Ever since the election results were announced early Wednesday morning, people across the country have been coping with the news that Donald Trump is the president-elect. While some celebrities shared their disappointment, others are advocating for people to come together. And of course, there are those famous people who support Trump. In a confusing and since-deleted tweet, The Office's Jenna Fischer seemingly stood up for Trump's supporters. While she has since issued an apology on Twitter, it's a surprising move that will likely raise your eyebrows.
Based on a screen grab a user posted to Twitter, Fischer allegedly wrote, "Trump supporters: Your vote was for change. Don't let the racists and misogynists encapsulate you. Be louder. Speak out against the hate." She seemed to be saying that the supporters who may have racist or misogynistic tendencies don't have to represent the whole group. But at the same time, that statement is easy to misinterpret. Regardless of what exactly she meant, the backlash was swift. She then posted,
I've been pretty bad at tweeting lately. I'm just a regular person trying to process my deep grief and confusion and desire to find peace.
Fischer also individually responded with personal apologies to fans on Twitter. To one, she wrote, "I'm so sorry. It was not my intention to support anything other than healing. Asking goodness to be louder than the hate that got us here."
In another message, she tried to explain herself further and wrote, "I don't understand. I'm asking people to stand up against hate. Why does this make you mad?" Although she may not see it, it's understandable that people were offended. While she was probably trying to differentiate Trump supporters from racists and misogynists, those same supporters did elect a man with known racist and misogynistic traits. He's the same guy who wants to build a wall against Mexico and openly admitted on tape that he helps himself to women's bodies. So yes, the candidate's words and actions are problematic. And by supporting him, in some ways, it can be viewed as condoning or accepting such offensive sentiments.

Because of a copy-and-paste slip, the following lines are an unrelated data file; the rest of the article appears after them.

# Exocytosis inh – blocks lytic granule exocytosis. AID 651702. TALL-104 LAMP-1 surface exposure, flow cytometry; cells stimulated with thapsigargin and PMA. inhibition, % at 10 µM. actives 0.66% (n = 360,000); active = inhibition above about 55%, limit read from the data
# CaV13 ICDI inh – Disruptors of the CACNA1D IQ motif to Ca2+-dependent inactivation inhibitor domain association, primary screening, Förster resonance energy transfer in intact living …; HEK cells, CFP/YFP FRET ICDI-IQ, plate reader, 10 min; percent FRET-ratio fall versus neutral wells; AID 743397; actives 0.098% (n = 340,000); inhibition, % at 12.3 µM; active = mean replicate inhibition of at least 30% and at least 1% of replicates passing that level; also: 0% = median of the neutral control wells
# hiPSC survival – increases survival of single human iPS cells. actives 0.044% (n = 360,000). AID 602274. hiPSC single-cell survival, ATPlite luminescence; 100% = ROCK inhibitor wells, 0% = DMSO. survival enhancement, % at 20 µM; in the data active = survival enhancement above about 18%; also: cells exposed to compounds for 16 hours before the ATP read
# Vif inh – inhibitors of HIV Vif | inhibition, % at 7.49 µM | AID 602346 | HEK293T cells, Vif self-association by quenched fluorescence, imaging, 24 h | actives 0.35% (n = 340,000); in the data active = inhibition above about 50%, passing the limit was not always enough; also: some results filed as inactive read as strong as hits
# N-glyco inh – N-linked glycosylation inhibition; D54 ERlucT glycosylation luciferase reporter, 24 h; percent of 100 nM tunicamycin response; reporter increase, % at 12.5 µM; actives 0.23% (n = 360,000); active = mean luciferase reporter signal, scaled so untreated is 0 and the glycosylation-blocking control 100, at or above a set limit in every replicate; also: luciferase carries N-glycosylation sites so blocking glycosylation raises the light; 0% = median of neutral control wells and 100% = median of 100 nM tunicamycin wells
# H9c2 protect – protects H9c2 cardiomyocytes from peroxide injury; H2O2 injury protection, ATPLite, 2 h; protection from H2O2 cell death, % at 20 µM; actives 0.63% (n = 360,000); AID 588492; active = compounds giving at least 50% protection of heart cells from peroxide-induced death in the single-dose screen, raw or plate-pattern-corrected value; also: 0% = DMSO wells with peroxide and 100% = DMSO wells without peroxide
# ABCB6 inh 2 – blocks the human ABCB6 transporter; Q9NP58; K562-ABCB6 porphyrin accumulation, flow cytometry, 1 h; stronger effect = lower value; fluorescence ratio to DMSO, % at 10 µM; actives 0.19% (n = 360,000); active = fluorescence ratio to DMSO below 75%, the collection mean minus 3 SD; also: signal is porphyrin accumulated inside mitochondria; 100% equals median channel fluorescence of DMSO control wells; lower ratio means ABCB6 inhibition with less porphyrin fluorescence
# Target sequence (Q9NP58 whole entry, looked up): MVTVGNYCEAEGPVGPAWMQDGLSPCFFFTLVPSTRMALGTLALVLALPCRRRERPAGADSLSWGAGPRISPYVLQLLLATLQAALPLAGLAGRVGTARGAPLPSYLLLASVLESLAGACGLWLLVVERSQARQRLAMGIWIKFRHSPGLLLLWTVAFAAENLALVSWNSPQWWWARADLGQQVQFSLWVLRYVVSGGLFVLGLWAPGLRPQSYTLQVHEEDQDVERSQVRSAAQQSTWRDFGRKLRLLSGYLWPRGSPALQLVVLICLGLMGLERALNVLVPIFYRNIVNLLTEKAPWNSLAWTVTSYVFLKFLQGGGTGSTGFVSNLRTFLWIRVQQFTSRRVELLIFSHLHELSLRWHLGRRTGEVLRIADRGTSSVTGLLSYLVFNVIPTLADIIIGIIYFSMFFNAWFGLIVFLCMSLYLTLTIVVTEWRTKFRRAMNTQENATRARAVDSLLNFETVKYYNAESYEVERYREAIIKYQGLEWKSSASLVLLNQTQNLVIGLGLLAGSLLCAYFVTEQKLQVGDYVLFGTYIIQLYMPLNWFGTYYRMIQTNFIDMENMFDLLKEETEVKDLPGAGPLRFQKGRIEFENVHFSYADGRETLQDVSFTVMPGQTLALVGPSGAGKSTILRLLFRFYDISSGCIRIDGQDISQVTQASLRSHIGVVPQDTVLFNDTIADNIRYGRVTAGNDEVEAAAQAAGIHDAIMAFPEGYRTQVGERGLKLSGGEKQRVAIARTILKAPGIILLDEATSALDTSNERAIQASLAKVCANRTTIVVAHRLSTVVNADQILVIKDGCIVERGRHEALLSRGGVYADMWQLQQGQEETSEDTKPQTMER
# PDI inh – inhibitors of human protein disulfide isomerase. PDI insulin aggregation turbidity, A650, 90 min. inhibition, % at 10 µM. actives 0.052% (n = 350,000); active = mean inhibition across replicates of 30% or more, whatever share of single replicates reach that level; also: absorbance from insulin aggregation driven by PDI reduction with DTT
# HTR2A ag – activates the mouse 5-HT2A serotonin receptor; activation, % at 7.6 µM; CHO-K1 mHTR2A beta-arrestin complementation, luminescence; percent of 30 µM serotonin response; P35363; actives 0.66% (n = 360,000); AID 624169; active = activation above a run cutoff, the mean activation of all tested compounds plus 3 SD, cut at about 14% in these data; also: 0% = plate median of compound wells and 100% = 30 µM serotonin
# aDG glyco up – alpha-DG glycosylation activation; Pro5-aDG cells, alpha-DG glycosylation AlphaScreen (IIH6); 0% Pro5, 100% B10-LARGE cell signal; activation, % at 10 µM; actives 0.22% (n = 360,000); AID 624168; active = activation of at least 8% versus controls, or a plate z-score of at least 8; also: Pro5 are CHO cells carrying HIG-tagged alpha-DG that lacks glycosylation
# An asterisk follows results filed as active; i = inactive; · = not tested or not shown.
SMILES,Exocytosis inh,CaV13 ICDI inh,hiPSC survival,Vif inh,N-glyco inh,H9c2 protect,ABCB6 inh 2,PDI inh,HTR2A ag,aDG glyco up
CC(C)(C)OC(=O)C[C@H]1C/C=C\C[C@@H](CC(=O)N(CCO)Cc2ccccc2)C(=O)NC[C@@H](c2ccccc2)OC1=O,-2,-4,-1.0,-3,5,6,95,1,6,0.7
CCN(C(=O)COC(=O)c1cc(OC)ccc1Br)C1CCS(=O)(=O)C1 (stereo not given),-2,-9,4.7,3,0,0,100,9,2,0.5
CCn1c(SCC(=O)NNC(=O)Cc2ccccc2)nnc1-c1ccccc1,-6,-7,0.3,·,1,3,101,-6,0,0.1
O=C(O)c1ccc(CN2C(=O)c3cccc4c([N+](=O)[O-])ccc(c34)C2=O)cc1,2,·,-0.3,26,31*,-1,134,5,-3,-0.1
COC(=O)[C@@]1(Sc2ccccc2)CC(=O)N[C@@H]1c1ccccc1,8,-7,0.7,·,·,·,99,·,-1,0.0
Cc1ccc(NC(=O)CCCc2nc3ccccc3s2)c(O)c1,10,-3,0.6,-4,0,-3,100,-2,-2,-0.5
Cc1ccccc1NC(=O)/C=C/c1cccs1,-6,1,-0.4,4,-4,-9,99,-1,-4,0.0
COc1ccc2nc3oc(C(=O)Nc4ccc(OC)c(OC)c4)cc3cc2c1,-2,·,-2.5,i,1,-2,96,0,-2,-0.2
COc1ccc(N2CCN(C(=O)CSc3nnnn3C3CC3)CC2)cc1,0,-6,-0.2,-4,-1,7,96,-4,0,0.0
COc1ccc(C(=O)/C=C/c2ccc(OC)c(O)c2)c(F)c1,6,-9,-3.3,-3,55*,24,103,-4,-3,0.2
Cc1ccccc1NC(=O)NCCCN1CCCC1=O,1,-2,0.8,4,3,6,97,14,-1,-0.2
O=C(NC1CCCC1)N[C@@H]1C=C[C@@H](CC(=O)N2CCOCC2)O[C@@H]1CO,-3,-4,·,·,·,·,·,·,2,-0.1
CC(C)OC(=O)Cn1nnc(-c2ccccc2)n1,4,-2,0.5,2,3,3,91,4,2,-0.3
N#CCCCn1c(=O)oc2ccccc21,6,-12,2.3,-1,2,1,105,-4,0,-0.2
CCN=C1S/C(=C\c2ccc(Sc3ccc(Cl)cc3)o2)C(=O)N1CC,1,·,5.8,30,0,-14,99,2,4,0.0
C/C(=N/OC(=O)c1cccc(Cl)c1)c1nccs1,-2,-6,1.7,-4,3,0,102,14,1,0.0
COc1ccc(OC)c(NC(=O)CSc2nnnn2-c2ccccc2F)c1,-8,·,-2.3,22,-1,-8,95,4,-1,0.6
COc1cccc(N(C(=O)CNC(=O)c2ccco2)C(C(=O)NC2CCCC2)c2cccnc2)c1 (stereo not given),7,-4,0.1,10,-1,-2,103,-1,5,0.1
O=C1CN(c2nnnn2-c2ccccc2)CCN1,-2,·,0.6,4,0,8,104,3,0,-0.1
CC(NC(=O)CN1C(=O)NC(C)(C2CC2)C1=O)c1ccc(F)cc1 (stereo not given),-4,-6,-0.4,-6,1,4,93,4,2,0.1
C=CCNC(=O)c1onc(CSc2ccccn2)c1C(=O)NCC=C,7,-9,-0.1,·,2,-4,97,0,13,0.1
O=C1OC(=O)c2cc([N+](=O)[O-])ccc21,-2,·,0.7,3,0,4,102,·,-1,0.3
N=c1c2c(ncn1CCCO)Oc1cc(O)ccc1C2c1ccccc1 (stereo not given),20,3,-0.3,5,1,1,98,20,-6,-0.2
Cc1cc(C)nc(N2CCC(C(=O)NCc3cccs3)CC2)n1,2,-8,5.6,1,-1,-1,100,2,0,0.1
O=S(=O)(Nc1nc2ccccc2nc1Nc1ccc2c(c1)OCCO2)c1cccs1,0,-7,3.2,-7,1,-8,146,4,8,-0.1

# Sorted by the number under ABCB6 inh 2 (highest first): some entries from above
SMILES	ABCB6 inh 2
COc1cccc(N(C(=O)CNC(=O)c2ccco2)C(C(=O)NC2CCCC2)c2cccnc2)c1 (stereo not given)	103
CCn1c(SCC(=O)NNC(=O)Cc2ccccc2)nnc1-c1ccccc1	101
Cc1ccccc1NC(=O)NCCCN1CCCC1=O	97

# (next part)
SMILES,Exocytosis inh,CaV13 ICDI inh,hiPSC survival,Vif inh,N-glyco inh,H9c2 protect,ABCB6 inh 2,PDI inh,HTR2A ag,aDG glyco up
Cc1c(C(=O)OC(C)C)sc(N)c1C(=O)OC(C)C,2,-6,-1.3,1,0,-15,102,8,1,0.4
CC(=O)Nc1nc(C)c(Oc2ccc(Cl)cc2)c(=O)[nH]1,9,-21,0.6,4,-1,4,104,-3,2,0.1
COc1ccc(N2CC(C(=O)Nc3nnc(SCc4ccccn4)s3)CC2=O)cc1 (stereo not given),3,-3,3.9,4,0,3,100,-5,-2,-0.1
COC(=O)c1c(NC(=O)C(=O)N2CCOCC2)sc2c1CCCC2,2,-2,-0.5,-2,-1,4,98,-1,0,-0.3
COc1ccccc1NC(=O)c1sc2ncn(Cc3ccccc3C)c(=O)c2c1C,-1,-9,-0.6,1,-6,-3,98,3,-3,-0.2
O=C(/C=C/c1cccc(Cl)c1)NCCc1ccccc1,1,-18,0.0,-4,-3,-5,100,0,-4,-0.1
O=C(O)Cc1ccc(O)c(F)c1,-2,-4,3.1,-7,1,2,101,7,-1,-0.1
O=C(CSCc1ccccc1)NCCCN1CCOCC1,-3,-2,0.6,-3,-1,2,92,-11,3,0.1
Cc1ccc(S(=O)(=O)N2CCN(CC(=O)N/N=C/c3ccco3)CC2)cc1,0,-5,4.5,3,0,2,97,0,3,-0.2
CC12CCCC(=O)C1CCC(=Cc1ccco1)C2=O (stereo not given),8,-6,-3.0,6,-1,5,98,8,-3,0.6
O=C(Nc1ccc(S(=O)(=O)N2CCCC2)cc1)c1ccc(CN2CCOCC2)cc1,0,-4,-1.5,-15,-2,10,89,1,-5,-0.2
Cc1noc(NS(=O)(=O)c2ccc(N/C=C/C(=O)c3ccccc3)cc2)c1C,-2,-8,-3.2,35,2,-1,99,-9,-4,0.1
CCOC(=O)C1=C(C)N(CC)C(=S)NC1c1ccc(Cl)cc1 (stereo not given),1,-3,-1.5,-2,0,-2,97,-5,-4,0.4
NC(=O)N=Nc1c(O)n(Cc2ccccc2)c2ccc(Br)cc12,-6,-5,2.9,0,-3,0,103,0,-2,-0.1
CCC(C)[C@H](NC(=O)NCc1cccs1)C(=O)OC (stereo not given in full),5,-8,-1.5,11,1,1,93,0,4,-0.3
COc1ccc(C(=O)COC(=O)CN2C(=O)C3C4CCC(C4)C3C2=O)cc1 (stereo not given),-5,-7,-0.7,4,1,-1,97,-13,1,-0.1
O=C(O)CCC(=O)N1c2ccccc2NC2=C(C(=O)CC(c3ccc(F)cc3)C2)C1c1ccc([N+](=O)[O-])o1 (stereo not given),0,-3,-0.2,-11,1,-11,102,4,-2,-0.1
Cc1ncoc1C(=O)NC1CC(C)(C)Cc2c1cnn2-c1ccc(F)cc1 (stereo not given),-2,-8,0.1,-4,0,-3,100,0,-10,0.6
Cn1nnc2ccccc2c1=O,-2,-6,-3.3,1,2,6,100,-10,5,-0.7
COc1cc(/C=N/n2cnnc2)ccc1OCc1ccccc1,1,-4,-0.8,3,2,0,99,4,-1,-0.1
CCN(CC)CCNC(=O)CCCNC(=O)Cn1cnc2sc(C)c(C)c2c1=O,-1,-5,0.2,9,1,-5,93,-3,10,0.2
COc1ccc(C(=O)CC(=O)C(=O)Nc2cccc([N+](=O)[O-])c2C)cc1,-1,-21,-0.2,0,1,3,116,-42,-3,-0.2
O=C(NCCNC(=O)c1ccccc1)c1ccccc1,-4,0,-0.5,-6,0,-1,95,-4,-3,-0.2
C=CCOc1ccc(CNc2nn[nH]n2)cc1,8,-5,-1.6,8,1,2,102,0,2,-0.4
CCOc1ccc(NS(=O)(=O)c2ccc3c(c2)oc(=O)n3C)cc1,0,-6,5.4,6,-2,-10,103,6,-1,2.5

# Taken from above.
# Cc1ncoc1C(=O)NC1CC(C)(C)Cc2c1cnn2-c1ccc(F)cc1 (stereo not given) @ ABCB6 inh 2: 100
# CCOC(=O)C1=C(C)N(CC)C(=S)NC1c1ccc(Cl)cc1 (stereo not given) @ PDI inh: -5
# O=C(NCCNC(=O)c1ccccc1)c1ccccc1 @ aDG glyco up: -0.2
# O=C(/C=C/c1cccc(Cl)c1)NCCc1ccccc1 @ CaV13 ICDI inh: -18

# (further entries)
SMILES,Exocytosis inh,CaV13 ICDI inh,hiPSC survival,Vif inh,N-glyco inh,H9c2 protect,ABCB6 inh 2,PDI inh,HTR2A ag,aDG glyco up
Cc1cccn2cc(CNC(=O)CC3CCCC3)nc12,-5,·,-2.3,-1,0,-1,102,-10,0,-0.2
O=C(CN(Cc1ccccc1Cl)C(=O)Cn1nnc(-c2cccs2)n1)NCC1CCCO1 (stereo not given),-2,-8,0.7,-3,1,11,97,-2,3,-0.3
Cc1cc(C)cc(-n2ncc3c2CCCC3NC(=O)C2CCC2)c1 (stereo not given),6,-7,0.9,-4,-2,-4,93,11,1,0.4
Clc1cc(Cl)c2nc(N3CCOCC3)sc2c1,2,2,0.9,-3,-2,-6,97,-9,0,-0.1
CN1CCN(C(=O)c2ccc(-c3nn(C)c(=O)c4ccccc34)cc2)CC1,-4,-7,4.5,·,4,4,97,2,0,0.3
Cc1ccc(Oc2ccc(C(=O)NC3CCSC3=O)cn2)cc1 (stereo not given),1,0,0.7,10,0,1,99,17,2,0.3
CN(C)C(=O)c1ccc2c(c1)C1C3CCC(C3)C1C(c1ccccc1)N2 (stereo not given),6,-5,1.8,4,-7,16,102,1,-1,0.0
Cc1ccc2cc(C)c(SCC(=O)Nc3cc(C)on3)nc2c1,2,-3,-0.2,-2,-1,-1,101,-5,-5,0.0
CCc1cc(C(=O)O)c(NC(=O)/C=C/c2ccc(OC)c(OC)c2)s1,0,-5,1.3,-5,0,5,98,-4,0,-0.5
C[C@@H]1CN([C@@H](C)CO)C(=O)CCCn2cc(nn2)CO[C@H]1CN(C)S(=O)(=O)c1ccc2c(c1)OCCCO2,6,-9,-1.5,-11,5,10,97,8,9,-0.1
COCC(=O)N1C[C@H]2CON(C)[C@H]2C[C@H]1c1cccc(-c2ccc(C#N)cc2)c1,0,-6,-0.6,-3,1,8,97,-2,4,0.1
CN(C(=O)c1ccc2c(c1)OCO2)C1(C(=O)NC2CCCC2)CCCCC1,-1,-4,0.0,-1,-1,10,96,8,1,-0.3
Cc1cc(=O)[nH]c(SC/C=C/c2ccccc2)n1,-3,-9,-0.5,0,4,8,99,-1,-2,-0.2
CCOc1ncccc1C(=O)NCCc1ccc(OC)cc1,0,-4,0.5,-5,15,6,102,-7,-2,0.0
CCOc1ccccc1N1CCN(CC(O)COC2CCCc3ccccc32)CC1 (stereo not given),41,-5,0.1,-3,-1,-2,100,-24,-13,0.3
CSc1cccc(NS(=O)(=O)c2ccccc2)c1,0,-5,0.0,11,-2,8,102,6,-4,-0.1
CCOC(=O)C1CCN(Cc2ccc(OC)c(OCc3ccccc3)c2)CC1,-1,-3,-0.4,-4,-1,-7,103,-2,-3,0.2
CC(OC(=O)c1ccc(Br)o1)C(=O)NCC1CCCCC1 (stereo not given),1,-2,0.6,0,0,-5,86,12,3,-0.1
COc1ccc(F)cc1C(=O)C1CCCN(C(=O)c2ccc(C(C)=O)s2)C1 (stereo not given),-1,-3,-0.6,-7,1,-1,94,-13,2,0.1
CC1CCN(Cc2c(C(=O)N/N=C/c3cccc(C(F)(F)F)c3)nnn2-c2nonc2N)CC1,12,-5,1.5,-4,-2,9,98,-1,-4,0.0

Considering Fischer retweeted inspiring messages from Hillary Clinton earlier in the same day, it's unclear which side she was on in the election. And while I applaud the idea of trying to bring people together and squash hate, this definitely was a misdirected attempt at doing so. The good news here is that at least she apologized — it can be a learning experience, right?